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Magellan mapping Venus.

Magellan mapping Venus

The Magellan spacecraft started mapping the surface of Venus with radar on Sept. 15, about two weeks later than planned. But the mission, due to last 243 days -- or the time it takes Venus to make one rotation about its axis -- got off to a shaky start when Magellan's communications with Earth twice mysteriously shut down.

Since reaching Venus on Aug. 10, Magellan has settled into a stable orbit, now circling the planet every 3.26 hours. It gathers mapping data about eight hours a day. When it's not bouncing radar signals off Venus' surface, the craft turns toward Earth to play back its cartographic measurements and provide engineering data about the state of its health.

During a shakedown phase -- prior to the craft's beginning full-time mapping -- project officials played back to Earch some preliminary radar images and engineering data stores on Magellan's two tape recorders. Researchers are now combing through this complete "data dump" looking for clues to why the craft subsequently twice fell mute. The craft inexplicably lost contact with Earth for nearly 15 hours on Aug. 16 and again for 17 hours on Aug. 21.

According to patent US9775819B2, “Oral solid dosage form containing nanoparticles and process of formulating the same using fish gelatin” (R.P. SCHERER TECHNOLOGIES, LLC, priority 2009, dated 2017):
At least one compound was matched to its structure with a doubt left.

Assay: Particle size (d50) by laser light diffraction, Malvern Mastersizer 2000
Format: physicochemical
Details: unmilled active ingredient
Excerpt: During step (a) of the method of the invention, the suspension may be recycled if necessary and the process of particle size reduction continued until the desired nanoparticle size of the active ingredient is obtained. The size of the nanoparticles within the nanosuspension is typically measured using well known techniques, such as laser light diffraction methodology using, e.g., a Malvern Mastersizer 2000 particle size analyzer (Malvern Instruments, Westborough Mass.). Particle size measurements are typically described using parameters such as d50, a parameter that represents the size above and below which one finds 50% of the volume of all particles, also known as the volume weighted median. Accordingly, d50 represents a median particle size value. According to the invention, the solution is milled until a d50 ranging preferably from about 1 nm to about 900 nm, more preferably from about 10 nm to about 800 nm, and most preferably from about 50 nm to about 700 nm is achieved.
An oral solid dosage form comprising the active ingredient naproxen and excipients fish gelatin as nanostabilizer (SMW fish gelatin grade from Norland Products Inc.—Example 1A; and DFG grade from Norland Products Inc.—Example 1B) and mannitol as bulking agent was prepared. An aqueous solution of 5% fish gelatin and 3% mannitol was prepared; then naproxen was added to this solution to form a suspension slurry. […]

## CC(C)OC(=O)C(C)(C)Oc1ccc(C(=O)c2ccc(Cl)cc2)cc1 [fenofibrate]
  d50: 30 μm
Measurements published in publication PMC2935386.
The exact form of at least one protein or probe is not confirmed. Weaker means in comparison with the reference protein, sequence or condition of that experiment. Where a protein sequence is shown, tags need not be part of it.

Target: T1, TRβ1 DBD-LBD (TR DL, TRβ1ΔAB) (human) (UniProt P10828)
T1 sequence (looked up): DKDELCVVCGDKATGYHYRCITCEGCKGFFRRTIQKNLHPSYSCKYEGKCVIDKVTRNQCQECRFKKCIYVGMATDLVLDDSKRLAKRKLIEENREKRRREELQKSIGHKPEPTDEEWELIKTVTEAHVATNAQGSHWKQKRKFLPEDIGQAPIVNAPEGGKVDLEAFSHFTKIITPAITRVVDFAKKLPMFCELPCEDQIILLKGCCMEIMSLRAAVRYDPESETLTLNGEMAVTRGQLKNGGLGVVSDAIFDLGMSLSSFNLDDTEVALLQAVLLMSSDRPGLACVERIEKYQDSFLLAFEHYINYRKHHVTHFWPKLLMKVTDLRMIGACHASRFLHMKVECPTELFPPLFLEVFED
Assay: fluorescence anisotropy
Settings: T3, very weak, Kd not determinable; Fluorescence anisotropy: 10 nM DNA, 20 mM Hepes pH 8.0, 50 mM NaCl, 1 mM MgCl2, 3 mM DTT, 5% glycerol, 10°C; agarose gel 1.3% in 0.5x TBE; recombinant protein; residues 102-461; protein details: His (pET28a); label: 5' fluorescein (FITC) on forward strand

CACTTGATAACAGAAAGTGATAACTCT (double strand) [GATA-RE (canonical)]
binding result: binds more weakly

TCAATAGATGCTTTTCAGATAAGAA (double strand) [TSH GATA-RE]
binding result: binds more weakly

With the radar-mapping images starting to emerge, Magellan officials say the mapping is "going well." They acknowledge, however, that they still do not know what caused the two communications problems, and that they cannot rule out another signal loss.

Ultimately, Magellan scientists hope to complete five radar scans of the entire planet -- each time from a slightly different angle. Their goal is to collect enough data to eventually construct three-dimensional stereographic images of the Venusian surface.
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Publication:Science News
Date:Sep 22, 1990
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